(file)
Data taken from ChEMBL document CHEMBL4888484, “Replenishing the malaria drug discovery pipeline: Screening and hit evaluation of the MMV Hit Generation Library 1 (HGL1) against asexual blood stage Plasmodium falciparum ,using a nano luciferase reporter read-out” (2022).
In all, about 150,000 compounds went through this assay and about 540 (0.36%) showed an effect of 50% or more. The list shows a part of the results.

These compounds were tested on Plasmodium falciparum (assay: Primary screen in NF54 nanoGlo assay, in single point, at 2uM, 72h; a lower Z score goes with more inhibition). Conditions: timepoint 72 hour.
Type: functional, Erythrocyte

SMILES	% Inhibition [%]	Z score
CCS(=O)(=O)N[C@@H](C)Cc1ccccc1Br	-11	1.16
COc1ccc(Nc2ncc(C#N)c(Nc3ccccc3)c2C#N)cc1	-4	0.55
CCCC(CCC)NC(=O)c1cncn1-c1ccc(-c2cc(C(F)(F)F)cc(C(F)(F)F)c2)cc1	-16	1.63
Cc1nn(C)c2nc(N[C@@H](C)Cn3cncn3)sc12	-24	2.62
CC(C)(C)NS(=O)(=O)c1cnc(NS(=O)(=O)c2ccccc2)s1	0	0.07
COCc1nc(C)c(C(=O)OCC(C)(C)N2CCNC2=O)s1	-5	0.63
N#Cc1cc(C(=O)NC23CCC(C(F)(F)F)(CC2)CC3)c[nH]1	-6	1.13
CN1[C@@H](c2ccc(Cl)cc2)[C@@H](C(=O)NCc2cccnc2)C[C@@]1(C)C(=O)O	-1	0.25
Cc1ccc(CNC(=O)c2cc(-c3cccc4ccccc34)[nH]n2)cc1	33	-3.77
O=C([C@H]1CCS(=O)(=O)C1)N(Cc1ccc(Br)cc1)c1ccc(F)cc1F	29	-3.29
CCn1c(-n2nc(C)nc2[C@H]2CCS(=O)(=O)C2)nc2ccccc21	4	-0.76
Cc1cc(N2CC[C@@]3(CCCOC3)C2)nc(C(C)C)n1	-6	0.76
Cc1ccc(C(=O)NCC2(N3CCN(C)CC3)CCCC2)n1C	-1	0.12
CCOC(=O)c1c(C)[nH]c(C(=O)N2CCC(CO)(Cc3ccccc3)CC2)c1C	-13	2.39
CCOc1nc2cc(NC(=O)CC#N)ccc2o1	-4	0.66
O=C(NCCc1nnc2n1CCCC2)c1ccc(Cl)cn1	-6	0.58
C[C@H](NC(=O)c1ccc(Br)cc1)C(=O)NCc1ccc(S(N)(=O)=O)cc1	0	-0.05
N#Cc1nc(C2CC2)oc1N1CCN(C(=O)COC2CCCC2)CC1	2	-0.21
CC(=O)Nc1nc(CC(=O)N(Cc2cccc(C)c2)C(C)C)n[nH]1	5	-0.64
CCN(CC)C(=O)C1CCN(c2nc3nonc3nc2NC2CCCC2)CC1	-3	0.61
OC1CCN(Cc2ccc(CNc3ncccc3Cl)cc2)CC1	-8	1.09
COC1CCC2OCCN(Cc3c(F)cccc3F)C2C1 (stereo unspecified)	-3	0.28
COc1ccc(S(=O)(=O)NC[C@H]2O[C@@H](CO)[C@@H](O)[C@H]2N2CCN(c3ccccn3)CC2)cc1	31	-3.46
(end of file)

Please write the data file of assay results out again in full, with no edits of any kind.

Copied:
Data taken from ChEMBL document CHEMBL4888484, “Replenishing the malaria drug discovery pipeline: Screening and hit evaluation of the MMV Hit Generation Library 1 (HGL1) against asexual blood stage Plasmodium falciparum ,using a nano luciferase reporter read-out” (2022).
In all, about 150,000 compounds went through this assay and about 540 (0.36%) showed an effect of 50% or more. The list shows a part of the results.

These compounds were tested on Plasmodium falciparum (assay: Primary screen in NF54 nanoGlo assay, in single point, at 2uM, 72h; a lower Z score goes with more inhibition). Conditions: timepoint 72 hour.
Type: functional, Erythrocyte

SMILES	% Inhibition [%]	Z score
CCS(=O)(=O)N[C@@H](C)Cc1ccccc1Br	-11	1.16
COc1ccc(Nc2ncc(C#N)c(Nc3ccccc3)c2C#N)cc1	-4	0.55
CCCC(CCC)NC(=O)c1cncn1-c1ccc(-c2cc(C(F)(F)F)cc(C(F)(F)F)c2)cc1	-16	1.63
Cc1nn(C)c2nc(N[C@@H](C)Cn3cncn3)sc12	-24	2.62
CC(C)(C)NS(=O)(=O)c1cnc(NS(=O)(=O)c2ccccc2)s1	0	0.07
COCc1nc(C)c(C(=O)OCC(C)(C)N2CCNC2=O)s1	-5	0.63
N#Cc1cc(C(=O)NC23CCC(C(F)(F)F)(CC2)CC3)c[nH]1	-6	1.13
CN1[C@@H](c2ccc(Cl)cc2)[C@@H](C(=O)NCc2cccnc2)C[C@@]1(C)C(=O)O	-1	0.25
Cc1ccc(CNC(=O)c2cc(-c3cccc4ccccc34)[nH]n2)cc1	33	-3.77
O=C([C@H]1CCS(=O)(=O)C1)N(Cc1ccc(Br)cc1)c1ccc(F)cc1F	29	-3.29
CCn1c(-n2nc(C)nc2[C@H]2CCS(=O)(=O)C2)nc2ccccc21	4	-0.76
Cc1cc(N2CC[C@@]3(CCCOC3)C2)nc(C(C)C)n1	-6	0.76
Cc1ccc(C(=O)NCC2(N3CCN(C)CC3)CCCC2)n1C	-1	0.12
CCOC(=O)c1c(C)[nH]c(C(=O)N2CCC(CO)(Cc3ccccc3)CC2)c1C	-13	2.39
CCOc1nc2cc(NC(=O)CC#N)ccc2o1	-4	0.66
O=C(NCCc1nnc2n1CCCC2)c1ccc(Cl)cn1	-6	0.58
C[C@H](NC(=O)c1ccc(Br)cc1)C(=O)NCc1ccc(S(N)(=O)=O)cc1	0	-0.05
N#Cc1nc(C2CC2)oc1N1CCN(C(=O)COC2CCCC2)CC1	2	-0.21
CC(=O)Nc1nc(CC(=O)N(Cc2cccc(C)c2)C(C)C)n[nH]1	5	-0.64
CCN(CC)C(=O)C1CCN(c2nc3nonc3nc2NC2CCCC2)CC1	-3	0.61
OC1CCN(Cc2ccc(CNc3ncccc3Cl)cc2)CC1	-8	1.09
COC1CCC2OCCN(Cc3c(F)cccc3F)C2C1 (stereo unspecified)	-3	0.28
COc1ccc(S(=O)(=O)NC[C@H]2O[C@@H](CO)[C@@H](O)[C@H]2N2CCN(c3ccccn3)CC2)cc1	31	-3.46